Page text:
• Sarah Leonard

10 Steps to Mastering Pitch Slam

Updated: Jun 25, 2019

You’ve finished writing your baby. It's grown up, graduated middle school, survived high school (barely), and now it’s time to apply for colleges. Aka. Get an agent. A great way to do this is by attending a pitch slam! Pitch slam is basically speeding dating with agents. You sit down with one for an allotted time and pitch your book! If they love it, they’ll request to see more! If they don’t, you get to try with another agent in the room! Based on my personal experience at the Writer’s Digest Conference and gained knowledge from lectures there, here are 10 steps to nailing pitch slam.

1. Format your pitch correctly

When you sit down, you’ll want to start by introducing yourself. Then, go straight into your pitch. Make sure to mention your book title, word count, and genre. This is important info for the agent. Then, go into the story. Make sure you show that you have a strong plot and well-developed characters. What are their motivations? What are the stakes? What gets you excited about your story? And keep it under 90 seconds for Writer’s Digest, because that’s all you’ll get. But also, don’t memorize your pitch and say it word for word. You want to sound conversational, not robotic.

2. Research who you’ll be pitching

You want to make sure that whoever you’re pitching will be a good fit. They should represent your genre and the types of books you write. Agents hate that person who pitches their romance novel when they don’t represent that genre.

3. Know where the agents you want to pitch to will be sitting

This will help you best navigate the room! What worked for me was going to my top agent pick first then scouting out the shortest lines for the other agents I wanted. This helped me reach as many as I could within the one hour I was given. But this technique may not work for you. You may want to save your top favorite for maybe second or third so you can get your nerves out with the first agent. Basically, just know your preferences beforehand.

4. Get in line an hour beforehand

At Writer’s Digest, a giant line formed an hour and a half before we were supposed to go in. Waiting that long sounds like a pain, but it can be very helpful if you utilize that time well. Practice your pitch with other writers. Get that feedback! I practiced mine beforehand, and it really helped my nerves. I also got some helpful tips from someone who had done a slam before.

5. Keep your pitch short

For Writer’s Digest, we had 90 seconds to pitch our novels, and the agents had 90 seconds to respond and ask questions. Your pitch is basically your spoken query, so stick to the important points, because you won’t have that long to sell your book.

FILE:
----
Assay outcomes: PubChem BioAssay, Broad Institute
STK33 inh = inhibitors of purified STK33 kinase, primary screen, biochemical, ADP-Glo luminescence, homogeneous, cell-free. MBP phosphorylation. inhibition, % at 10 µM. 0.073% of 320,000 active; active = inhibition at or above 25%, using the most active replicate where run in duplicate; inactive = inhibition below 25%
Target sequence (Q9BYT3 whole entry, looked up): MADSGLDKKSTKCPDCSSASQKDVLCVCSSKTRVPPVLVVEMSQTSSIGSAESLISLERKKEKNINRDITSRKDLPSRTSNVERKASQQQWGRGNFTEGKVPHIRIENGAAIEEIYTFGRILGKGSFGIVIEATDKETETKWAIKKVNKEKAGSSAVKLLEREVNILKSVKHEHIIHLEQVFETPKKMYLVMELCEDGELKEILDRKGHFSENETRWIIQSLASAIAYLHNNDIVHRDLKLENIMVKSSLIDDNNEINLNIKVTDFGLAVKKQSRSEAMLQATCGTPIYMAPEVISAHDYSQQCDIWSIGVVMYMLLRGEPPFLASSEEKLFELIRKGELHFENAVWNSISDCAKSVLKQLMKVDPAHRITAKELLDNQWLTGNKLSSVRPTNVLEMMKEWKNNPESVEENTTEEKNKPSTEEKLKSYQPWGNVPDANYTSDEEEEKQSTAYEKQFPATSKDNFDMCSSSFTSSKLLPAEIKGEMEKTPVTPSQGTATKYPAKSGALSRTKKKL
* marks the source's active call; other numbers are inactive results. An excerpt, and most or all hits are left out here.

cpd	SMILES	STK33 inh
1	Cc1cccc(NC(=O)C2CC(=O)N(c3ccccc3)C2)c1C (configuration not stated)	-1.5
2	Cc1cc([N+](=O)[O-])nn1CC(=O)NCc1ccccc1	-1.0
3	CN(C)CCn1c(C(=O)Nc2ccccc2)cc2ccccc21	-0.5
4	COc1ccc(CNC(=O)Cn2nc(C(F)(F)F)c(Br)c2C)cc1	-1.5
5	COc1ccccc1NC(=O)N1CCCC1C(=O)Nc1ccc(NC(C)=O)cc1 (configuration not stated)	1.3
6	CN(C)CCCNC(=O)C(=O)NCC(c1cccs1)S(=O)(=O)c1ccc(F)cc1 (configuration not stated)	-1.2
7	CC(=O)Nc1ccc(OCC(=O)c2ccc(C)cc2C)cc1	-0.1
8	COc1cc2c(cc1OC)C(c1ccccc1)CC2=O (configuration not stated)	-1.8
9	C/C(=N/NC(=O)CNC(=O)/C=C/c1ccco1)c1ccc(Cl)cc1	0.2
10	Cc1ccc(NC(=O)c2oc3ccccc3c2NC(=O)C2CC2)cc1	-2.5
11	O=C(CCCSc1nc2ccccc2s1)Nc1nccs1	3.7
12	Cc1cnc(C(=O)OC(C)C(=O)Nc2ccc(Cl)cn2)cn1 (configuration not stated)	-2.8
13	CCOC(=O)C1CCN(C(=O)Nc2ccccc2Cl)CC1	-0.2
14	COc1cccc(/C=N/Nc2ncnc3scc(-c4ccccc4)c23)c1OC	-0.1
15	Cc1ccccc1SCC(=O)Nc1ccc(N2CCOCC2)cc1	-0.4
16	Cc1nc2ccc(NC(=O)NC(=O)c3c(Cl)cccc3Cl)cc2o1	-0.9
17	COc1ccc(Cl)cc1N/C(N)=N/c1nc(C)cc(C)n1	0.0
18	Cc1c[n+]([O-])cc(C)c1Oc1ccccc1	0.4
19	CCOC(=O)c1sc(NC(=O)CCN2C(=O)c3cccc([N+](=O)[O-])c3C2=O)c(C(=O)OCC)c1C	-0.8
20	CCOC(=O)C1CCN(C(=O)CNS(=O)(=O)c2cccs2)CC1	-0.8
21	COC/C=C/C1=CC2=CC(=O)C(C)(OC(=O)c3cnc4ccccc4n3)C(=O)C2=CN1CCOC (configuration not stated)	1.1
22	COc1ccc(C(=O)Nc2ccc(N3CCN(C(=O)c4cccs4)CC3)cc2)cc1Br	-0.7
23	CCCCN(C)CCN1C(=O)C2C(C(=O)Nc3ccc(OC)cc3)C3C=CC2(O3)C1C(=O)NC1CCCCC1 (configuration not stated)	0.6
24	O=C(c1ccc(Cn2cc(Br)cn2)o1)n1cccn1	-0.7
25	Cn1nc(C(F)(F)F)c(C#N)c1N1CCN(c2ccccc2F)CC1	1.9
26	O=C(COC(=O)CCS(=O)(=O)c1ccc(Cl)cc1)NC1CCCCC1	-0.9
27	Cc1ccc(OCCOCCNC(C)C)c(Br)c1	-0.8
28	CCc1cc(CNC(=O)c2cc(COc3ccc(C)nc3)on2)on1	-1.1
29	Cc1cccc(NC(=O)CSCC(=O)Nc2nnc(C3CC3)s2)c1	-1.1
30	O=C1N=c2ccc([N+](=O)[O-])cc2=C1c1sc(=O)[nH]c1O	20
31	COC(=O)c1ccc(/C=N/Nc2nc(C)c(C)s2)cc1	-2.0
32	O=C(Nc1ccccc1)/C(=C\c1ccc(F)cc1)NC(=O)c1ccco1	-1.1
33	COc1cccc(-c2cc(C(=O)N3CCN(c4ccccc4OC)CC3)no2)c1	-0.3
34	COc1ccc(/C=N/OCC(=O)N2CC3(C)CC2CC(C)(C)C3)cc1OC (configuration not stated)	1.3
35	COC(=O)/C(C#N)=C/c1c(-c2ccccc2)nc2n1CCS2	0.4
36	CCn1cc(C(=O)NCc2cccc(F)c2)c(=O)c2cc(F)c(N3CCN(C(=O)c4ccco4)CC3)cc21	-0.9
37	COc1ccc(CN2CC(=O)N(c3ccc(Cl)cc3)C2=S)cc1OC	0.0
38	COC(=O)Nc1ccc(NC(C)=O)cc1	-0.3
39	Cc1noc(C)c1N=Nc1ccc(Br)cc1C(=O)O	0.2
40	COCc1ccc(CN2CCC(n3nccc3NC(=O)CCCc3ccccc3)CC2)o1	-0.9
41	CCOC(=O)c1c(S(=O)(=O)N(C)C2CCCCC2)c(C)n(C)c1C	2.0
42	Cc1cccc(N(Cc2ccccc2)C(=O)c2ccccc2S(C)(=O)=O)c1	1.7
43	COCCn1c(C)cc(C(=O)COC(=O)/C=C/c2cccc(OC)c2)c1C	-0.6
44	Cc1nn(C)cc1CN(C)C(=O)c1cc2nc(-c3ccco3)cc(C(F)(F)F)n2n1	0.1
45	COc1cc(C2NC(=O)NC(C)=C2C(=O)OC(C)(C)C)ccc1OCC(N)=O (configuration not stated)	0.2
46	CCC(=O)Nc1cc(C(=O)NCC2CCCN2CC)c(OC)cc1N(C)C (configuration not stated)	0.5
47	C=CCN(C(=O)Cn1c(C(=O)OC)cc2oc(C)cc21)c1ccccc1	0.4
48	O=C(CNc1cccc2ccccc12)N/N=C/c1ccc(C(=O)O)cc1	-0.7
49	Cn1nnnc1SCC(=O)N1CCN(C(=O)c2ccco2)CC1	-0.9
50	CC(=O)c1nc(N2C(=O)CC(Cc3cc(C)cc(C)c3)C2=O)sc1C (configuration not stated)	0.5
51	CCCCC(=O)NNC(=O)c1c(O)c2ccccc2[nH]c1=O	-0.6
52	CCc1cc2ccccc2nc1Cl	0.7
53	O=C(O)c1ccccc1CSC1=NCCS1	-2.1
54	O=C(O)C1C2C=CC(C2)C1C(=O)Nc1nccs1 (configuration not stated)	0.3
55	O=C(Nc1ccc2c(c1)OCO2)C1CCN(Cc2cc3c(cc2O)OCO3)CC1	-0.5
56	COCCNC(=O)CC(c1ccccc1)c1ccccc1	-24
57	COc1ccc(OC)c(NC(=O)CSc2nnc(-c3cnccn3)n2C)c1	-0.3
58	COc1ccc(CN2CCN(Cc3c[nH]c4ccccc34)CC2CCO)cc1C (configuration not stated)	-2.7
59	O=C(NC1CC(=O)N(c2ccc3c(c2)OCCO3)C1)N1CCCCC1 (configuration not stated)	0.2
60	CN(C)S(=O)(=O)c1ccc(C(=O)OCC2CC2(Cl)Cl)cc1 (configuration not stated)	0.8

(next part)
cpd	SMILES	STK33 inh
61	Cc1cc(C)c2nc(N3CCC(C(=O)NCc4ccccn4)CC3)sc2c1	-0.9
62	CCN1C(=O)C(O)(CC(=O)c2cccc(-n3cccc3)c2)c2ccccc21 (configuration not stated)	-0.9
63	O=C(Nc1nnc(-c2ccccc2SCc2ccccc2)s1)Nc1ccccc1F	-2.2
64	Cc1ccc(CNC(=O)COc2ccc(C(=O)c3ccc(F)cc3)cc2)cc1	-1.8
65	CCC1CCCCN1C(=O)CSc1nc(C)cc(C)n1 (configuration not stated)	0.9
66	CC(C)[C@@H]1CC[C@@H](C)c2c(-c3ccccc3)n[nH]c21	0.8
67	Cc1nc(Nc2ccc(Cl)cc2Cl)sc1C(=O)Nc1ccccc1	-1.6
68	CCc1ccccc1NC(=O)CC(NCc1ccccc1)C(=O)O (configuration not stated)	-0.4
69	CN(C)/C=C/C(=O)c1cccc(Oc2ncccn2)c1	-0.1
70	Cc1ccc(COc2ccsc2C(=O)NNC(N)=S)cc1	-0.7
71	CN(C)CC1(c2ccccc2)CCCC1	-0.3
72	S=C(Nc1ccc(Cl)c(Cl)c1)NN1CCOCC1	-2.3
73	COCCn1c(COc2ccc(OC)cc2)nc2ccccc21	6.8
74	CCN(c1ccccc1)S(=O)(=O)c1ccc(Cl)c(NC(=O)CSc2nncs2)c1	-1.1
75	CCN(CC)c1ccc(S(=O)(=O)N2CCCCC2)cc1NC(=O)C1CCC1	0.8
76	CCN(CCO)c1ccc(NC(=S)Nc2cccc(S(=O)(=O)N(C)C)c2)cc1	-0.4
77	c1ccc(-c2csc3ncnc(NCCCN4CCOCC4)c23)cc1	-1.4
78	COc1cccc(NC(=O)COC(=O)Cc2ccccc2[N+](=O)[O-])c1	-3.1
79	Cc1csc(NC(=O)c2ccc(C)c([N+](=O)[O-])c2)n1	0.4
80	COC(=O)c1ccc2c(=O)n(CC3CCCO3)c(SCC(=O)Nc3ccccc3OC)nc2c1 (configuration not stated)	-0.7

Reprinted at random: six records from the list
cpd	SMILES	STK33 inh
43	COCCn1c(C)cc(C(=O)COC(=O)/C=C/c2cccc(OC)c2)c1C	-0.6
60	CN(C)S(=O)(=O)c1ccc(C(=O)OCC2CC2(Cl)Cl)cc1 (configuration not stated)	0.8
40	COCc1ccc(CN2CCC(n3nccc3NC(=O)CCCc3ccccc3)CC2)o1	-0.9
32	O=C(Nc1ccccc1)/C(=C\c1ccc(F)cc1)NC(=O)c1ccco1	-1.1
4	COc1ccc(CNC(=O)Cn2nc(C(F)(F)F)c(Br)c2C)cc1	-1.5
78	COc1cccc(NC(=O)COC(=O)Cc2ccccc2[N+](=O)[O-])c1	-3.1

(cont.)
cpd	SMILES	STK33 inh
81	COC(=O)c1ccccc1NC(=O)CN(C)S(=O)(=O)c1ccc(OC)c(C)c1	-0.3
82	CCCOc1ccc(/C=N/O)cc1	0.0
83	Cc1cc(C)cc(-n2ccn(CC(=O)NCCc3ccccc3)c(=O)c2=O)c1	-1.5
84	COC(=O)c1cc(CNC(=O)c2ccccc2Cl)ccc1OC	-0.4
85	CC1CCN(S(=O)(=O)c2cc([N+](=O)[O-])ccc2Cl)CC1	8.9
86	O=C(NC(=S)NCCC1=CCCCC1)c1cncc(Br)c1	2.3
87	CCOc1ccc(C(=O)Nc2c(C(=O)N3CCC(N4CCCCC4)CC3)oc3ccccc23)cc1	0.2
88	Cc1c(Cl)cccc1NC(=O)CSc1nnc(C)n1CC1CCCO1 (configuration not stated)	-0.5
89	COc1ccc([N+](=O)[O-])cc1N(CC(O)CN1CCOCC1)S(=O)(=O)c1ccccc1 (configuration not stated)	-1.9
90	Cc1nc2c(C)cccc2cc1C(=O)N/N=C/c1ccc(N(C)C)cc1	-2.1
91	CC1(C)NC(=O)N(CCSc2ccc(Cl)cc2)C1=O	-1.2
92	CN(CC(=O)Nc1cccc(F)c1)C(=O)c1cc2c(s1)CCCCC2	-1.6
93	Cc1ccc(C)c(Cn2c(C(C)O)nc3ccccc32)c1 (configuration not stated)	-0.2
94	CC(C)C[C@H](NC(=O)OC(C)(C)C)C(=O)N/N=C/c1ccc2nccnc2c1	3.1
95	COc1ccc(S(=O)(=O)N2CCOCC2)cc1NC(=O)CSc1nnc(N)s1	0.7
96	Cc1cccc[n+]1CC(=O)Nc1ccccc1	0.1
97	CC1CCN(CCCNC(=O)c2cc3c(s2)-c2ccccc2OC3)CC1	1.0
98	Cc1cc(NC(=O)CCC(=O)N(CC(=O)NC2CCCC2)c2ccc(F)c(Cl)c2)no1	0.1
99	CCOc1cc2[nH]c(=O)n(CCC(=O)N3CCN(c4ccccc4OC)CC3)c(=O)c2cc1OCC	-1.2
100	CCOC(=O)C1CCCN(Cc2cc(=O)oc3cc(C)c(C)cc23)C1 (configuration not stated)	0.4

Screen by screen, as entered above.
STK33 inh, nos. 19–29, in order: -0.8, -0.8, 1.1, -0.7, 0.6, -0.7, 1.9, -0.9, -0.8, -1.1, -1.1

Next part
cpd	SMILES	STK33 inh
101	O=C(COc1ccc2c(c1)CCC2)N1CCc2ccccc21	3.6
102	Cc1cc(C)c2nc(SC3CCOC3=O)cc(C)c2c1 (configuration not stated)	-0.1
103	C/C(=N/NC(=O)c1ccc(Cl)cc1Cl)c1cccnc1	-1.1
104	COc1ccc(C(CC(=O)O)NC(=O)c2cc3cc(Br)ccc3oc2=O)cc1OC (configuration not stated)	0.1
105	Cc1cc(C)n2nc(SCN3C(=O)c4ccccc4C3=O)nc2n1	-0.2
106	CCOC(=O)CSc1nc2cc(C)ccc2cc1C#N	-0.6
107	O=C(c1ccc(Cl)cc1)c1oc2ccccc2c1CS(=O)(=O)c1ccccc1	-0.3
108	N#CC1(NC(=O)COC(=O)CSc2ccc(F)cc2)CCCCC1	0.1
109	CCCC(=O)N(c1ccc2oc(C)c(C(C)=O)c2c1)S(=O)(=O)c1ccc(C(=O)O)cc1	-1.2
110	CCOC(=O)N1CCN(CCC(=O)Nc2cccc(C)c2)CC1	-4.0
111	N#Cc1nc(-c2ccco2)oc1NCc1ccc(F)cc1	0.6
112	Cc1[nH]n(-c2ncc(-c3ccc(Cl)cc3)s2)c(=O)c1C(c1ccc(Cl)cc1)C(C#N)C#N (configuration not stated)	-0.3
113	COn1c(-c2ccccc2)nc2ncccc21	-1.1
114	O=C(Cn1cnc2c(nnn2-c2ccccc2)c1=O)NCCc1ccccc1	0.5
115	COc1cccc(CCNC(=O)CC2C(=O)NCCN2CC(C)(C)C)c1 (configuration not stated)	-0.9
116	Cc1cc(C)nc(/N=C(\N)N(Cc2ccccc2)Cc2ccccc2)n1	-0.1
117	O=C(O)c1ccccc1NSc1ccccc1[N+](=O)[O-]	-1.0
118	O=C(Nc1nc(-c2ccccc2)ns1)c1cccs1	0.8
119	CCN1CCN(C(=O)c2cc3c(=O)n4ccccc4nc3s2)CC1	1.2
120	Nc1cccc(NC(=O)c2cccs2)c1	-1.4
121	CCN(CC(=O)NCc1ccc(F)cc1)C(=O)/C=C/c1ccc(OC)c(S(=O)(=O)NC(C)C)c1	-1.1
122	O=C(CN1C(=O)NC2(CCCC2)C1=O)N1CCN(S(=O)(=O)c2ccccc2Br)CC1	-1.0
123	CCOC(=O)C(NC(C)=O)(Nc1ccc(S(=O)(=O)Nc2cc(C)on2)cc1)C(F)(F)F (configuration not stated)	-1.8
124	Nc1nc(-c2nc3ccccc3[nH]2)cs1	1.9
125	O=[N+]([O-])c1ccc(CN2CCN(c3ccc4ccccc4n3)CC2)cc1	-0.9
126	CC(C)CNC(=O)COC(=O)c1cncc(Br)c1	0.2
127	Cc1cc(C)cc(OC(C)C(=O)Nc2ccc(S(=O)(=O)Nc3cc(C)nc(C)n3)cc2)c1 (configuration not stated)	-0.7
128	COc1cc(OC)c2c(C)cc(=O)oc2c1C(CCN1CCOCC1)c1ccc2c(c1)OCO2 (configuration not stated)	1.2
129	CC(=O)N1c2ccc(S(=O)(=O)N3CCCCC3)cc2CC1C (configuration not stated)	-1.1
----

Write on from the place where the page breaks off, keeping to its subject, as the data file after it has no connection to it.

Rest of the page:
6. Be prepared for any question the agent may ask

I was asked questions ranging from writing experience and background to confusing plot points I mentioned in my pitch. Know your book and achievements back-to-front. Another thing to know is that some agents may ask what the ending of your book is. Be prepared to give that answer.

7. Be professional

The agent isn’t only investing in your book. They’re investing in you. An agent will notice if you’re that person huffing in line or yelling at them for rejecting your idea. If they say no, say thank you for your time and move to the next agent. Don’t try and convince them otherwise. They know what they want. Be grateful they’re not being dishonest and saying they loved your work when they didn’t. You don’t want to work with someone who isn’t crazy about your book.

8. Don’t pitch unfinished work

Take it from someone who has rewritten their book nine times. Things may change in your story. You want to be sure of what you’re pitching, and the best way to do that is by having your book fully written. Also, you don’t want to be the guy who gets a request for a full manuscript and has to explain why they can’t send it.

9. Bring…

a. A notepad. If an agent requests pages, you’ll want to write down what they wanted you to send and how.

b. A water bottle. You may get thirsty with all that talking.

c. Business cards. These aren’t for the agents, although they’re nice to have in case an agent asks for one (unlikely). These are for when you are standing in line waiting to pitch next. Hand them to other writers! Make those connections!

10. Don’t be nervous!

I laughed when someone gave me this advice, but it’s true. There’s no need to be scared. Yes, your childhood dreams and livelihood and bookish legacy all depend on this person, but no need to WORSHIP them. All joking aside, agents are people too. They aren’t there to crush your dreams or tear you to shreds. In fact, they want to help you even if your work isn’t the right fit for them. I got advice from agents that helped me with the rest of pitch slam. They don’t bite, and your career doesn’t depend on this one event. If you don’t walk out with requests, you can at least walk out knowing more on how to pitch well.

I hope this advice helps! If you have any more questions about pitch slam, message me or comment below. Until next time, Nooksters!

#genreless #pitchslam #writersdigest #tips #advice #steps #writing

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